Sunday, August 20, 2017

A Diet I Can Live With

I'm on a seafood diet; I see food, I eat it. If you have 10 pounds to lose then you can 'go on a diet'. What that really means is you are going to temporarily change your diet to achieve a goal. You are already on a diet, everyone is on a diet, whatever one regularly eats is one's diet.

I was obese (class III, to be exact). I didn't need to 'go on a diet', I needed to change my diet for the rest of my life. I needed to get off the 'see-food' diet and find a diet with which I could live for the rest of my life. I needed to destroy old habits and build new ones. I needed to reset my palate so I could learn to enjoy foods that weren't killing me.

I abused food. I'm surprised Hellmann's didn't take out a restraining order against me. I lost a lot of weight in the first two months after my slip - but that wasn't the goal. The goal was to retake control over what I ate so that I could design a diet that I could follow for the rest of my life.

I've cooked in cafeterias and care-homes in the past. For insurance reasons, they need to be able to account for all the choices made in designing the menu. All too often the budget has more influence than good nutrition but good nutrition has to at least be imitated to some degree. To that end, they do not turn to daytime television, super-market checkout magazines, or trendy diet books. I've never seen an institutional kitchen that strives to achieve a gluten-free menu, or lactose-free menu, or even vegan menu.

When it comes to satisfying the insurance companies and the stake-holders, institutional kitchens follow an archaic system known as the Canada Food Guides (well, Canadian institutional kitchens do this). Why do they follow that archaic, bureaucratic system? I'll tell you why. It wasn't written to make the best seller's list; it was written by a bunch of eggheads who have pocket protectors, clipboards, microscopes, access to national health data, and, uhm, the ability to correlate food trends with public health.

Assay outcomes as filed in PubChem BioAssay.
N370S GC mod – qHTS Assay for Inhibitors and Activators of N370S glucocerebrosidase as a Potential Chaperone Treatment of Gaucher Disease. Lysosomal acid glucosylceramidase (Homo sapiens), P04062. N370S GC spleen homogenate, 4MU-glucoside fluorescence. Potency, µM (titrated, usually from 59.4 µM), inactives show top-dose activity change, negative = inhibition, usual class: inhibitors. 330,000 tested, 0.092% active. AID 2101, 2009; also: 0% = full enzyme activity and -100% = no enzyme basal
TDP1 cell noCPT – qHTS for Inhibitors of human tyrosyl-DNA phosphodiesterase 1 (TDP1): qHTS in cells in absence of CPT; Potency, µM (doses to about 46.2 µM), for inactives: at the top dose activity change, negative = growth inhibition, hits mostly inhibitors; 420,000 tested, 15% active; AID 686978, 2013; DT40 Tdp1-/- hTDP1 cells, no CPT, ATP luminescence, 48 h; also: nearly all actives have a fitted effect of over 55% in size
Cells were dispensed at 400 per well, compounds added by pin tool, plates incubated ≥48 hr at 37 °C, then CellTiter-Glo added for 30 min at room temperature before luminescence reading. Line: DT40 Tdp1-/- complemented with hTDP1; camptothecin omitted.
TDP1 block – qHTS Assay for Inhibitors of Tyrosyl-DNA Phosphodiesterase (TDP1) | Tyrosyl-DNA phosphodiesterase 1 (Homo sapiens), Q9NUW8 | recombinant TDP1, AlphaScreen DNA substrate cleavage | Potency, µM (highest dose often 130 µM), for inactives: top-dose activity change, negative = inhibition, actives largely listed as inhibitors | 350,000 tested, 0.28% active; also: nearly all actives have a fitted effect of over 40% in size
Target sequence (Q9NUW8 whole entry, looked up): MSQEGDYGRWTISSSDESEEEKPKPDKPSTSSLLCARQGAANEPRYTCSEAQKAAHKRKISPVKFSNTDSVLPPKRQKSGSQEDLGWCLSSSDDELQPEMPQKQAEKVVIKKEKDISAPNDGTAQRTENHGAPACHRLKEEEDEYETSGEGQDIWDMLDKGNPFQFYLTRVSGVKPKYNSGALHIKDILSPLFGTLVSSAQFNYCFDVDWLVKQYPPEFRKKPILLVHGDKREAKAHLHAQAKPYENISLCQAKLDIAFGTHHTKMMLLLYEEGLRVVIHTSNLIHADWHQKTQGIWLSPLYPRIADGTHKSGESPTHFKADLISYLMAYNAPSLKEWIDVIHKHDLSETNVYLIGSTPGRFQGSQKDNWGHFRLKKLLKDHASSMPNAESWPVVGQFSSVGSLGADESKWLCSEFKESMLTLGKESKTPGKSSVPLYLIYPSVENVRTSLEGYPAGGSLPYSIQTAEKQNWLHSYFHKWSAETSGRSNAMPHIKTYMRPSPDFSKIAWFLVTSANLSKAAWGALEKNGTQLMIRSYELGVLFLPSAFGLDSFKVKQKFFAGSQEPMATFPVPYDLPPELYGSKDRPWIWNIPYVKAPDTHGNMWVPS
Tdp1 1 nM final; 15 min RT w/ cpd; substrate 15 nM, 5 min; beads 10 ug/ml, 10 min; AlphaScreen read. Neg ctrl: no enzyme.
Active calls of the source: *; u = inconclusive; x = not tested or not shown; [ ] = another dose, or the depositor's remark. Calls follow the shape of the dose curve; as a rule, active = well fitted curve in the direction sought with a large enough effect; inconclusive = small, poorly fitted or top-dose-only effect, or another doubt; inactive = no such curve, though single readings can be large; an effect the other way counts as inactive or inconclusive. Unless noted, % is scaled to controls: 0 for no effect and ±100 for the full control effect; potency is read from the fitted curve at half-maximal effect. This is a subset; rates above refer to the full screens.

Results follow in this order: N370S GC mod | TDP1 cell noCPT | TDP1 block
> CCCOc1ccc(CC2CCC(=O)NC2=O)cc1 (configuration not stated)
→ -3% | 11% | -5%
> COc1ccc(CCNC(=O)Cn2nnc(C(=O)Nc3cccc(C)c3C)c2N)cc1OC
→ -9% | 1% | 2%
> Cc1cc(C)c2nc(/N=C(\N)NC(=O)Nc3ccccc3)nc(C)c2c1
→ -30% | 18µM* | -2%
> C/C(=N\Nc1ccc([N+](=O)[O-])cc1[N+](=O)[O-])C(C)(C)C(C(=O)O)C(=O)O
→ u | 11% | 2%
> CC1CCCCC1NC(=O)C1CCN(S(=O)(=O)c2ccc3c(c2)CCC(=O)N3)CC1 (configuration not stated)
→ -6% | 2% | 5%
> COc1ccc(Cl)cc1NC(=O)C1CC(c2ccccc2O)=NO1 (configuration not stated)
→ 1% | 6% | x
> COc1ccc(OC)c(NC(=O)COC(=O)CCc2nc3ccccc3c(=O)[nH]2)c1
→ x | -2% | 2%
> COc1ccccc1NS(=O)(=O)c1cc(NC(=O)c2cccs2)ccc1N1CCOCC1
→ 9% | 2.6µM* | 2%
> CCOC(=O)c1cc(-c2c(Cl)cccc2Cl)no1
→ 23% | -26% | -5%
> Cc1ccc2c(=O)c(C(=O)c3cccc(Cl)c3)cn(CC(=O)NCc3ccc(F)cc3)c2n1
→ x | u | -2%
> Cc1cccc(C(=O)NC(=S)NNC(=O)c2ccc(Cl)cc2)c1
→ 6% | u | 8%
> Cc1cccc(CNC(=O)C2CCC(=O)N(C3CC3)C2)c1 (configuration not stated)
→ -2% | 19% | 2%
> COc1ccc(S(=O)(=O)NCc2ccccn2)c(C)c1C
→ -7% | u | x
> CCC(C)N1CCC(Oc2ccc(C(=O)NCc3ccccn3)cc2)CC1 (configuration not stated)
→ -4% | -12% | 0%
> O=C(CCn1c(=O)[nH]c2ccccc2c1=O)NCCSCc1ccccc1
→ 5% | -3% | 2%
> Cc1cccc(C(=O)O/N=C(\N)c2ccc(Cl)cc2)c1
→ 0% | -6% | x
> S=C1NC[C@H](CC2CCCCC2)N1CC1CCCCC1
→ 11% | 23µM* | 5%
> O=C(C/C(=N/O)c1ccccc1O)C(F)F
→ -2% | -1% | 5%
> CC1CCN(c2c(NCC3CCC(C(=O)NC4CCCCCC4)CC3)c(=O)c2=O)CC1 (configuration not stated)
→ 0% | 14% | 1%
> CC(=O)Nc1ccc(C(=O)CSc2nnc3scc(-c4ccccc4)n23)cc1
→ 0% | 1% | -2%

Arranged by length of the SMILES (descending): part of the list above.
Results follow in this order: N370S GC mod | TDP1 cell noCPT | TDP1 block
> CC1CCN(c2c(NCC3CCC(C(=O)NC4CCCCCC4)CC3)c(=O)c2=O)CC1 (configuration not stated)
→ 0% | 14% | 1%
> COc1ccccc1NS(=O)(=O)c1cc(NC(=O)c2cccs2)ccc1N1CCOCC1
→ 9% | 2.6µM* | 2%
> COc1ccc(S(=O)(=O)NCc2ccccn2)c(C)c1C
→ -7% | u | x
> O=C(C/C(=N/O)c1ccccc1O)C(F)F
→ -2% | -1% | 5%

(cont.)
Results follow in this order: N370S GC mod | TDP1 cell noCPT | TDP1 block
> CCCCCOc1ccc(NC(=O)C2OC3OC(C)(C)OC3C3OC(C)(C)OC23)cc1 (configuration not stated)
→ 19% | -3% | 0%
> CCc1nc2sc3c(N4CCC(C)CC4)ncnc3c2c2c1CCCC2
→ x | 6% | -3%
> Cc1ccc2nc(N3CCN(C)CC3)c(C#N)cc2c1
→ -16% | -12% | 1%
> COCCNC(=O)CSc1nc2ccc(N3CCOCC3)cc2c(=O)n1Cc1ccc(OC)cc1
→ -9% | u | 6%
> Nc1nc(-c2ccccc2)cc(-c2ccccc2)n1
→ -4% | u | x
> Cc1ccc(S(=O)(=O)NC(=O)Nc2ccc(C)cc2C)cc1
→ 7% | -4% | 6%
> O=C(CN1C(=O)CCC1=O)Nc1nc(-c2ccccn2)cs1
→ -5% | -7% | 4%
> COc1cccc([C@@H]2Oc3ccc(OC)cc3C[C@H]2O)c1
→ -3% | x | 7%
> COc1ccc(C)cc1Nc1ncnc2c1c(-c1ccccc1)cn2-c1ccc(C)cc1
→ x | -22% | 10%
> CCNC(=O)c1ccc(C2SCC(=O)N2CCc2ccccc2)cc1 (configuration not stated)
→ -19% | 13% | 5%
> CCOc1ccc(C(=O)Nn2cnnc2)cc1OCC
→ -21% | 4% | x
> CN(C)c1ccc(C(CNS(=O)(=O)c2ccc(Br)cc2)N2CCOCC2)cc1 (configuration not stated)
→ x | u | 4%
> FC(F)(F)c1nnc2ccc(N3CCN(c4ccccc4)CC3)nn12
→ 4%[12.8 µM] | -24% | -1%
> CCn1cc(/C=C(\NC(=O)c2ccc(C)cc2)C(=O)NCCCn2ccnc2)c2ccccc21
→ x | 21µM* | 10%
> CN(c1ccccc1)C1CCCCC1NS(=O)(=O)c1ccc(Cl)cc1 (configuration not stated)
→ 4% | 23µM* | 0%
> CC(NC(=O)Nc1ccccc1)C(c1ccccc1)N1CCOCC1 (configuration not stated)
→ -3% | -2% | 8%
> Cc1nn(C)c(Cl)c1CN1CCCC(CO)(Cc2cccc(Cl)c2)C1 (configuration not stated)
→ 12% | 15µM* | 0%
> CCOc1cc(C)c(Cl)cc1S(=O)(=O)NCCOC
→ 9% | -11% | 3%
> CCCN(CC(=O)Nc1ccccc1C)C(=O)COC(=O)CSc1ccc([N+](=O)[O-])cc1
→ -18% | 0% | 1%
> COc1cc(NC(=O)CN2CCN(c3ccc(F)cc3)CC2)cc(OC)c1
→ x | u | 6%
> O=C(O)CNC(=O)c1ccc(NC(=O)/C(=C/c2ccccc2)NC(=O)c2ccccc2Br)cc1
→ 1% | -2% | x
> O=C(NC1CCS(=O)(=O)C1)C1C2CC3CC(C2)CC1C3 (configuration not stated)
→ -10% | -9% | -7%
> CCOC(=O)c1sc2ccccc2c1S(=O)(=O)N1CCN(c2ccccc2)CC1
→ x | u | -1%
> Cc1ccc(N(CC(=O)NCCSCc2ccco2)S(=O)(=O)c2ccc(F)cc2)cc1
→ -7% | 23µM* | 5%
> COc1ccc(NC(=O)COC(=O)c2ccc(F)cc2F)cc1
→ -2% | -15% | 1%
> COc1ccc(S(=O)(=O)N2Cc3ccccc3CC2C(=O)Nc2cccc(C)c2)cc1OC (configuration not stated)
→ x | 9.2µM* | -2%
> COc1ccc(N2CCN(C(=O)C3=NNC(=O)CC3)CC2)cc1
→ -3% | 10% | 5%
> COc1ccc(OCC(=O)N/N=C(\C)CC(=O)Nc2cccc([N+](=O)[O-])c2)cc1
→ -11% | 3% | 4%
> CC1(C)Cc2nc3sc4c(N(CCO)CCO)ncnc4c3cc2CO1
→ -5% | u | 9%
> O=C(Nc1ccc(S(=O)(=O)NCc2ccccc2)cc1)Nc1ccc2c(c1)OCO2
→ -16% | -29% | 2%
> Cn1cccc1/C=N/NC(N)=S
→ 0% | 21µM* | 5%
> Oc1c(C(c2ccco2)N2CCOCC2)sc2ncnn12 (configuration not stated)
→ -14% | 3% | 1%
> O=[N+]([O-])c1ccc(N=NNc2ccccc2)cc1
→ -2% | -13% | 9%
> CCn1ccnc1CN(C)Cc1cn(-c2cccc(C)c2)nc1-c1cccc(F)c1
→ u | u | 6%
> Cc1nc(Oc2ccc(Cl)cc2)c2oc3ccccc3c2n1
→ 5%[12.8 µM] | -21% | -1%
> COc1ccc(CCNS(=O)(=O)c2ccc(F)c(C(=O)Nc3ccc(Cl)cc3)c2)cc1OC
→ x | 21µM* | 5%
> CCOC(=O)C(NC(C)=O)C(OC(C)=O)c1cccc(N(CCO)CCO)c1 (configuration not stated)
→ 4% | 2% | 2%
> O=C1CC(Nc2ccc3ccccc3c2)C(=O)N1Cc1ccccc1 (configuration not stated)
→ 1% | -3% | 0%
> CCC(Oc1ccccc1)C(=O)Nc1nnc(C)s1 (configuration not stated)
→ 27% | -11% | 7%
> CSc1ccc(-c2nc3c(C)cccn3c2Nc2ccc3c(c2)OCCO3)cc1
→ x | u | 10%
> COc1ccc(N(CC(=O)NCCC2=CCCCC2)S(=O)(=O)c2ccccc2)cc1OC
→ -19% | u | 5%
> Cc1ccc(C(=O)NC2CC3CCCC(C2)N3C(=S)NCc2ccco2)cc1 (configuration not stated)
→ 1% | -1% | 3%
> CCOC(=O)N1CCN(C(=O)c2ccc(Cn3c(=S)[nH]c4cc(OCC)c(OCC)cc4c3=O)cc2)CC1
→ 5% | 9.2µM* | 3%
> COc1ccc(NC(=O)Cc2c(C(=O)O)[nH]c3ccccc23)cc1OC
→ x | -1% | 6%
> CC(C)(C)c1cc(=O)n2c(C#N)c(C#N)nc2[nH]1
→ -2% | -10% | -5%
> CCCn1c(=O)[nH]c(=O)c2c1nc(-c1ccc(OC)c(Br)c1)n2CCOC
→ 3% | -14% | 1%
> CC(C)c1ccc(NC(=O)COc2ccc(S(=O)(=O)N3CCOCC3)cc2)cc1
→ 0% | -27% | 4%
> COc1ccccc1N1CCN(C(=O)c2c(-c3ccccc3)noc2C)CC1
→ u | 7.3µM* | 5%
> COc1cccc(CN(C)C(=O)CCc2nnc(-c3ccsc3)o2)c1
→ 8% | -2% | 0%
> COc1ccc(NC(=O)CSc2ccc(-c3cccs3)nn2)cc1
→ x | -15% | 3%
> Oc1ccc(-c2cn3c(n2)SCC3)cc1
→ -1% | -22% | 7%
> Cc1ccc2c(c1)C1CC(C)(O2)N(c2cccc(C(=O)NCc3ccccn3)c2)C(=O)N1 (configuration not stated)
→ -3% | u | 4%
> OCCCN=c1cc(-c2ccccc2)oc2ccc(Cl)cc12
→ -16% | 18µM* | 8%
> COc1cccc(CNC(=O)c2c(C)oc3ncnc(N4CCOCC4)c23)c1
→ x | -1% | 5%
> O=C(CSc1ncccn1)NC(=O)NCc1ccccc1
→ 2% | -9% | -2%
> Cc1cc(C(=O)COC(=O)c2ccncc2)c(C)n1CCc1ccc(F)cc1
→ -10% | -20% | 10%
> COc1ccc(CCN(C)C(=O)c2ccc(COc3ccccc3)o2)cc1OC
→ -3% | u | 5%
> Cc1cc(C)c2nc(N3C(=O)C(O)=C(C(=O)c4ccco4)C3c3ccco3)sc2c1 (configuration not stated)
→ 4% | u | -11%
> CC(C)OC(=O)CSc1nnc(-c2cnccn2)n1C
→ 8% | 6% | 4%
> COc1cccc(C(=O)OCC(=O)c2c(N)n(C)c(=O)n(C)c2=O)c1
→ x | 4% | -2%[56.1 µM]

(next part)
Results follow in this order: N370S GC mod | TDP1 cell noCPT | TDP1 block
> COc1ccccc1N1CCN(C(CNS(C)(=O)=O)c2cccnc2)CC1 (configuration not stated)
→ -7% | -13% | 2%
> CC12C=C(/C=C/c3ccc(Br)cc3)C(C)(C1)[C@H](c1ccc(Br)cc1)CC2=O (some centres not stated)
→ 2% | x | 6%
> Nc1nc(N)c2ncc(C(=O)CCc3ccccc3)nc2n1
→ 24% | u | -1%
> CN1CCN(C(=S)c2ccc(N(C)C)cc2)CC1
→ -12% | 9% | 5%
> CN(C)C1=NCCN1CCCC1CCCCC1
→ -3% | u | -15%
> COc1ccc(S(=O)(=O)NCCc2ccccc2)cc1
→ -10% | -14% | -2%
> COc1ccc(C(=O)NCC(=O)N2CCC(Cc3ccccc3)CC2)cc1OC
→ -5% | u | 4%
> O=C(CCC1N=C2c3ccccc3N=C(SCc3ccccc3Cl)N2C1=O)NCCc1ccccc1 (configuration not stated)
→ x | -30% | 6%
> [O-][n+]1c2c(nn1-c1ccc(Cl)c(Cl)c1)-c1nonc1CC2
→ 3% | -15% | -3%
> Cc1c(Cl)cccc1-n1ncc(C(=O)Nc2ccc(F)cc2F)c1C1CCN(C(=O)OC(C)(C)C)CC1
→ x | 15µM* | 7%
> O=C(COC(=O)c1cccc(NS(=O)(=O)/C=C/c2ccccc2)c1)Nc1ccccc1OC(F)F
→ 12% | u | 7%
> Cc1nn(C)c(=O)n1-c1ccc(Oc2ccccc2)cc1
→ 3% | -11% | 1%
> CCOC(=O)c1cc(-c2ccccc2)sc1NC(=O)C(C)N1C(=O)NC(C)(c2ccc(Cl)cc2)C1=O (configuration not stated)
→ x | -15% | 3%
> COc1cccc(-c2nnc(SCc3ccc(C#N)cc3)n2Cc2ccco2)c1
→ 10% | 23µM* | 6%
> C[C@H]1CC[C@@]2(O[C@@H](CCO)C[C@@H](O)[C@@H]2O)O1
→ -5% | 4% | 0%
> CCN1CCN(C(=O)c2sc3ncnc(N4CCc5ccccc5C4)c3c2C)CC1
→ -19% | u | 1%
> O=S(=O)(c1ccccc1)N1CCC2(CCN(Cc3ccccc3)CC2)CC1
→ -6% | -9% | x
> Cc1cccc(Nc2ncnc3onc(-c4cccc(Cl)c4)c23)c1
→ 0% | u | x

Those eggheads have been telling us for generations that we shouldn't be eating too much refined sugar, processed meat, or deep-fried foods. They've been telling us to take it easy on the salt, go hard on the veggies and fruit, and opt for the low-fat version on dairy. I'm not sure when it became acceptable to have a bowl of candy for breakfast but I bet if you went to a local high school and looked at an archive of their yearbooks you could pinpoint the decade when that happened.

In my grandparents' generation, obesity wasn't a problem. They grew up thin but died of heart attacks because they ate too much sausage, baloney, and bacon. The food guides updated to these facts but grocery store shelves just got worse. Let me criticize the Canada Food Guides a little bit more: I don' t think they are emphatic enough about avoiding added sugars and processed meats.

The diet that I am evolving is based on the Canada Food Guides with a couple exceptions. I'm trying to eliminate added sugars and processed meats rather than just limit them. Secondly, for the purpose of getting my BMI under 25, I am gravitating more towards vegetables than fruits.

The diet that I outlined in my last blog didn't have enough veggies and relied too heavily on starches. That was more about making my meals incredibly bland than eating a balanced diet. I lost a lot of weight, but that was mostly because I eliminated snacks between meals to gain control of my diet.

The primary objective in my diet is to control the snacks because I do plan to add them back in. I've already started having a small portion of fruit between breakfast and lunch. Today that snack was 10 cherries. Between lunch and dinner I plan to start having some raw veggies. When my BMI is under 25, I'll add an ounce of low fat dip to those veggies.

My second objective is to keep added sugars to an absolute minimum. I've recently done a little experiment with eliminating added sugars for a week. Oddly, sugar is supposed to contain a lot of energy, but since I eliminated added sugars (sucrose, glucose, dextrose, liquid invert sugar, corn syrup, maltodextrin, etc, etc, etc) I feel like I have a lot more energy.

If I can control how I snack and avoid most added sugars, then I think my third objective will be rather easy; follow the Canada Food Guides. I still need to get more veggies so I'm looking at ways to do so. I've also started looking at how I can get more whole grains without added sugars; even whole grain bread often has a lot of extra sugar in it beyond what is needed to activate the yeast.

My diet is evolving and I'm developing some recipes as I go and I do intend to share them. What I should emphasize, however, is that having a "no added sugar" meal isn't likely to help you much if you can't avoid added sugars between meals. In point of fact, if you are still drinking a lot of sugary sodas then a "no added sugar" meal might just taste so 'off' to you that you won't want another.

The real question, one that I shall try to answer in my next post, is, "How awful is it to live a life without added-sugars?"

No comments:

Post a Comment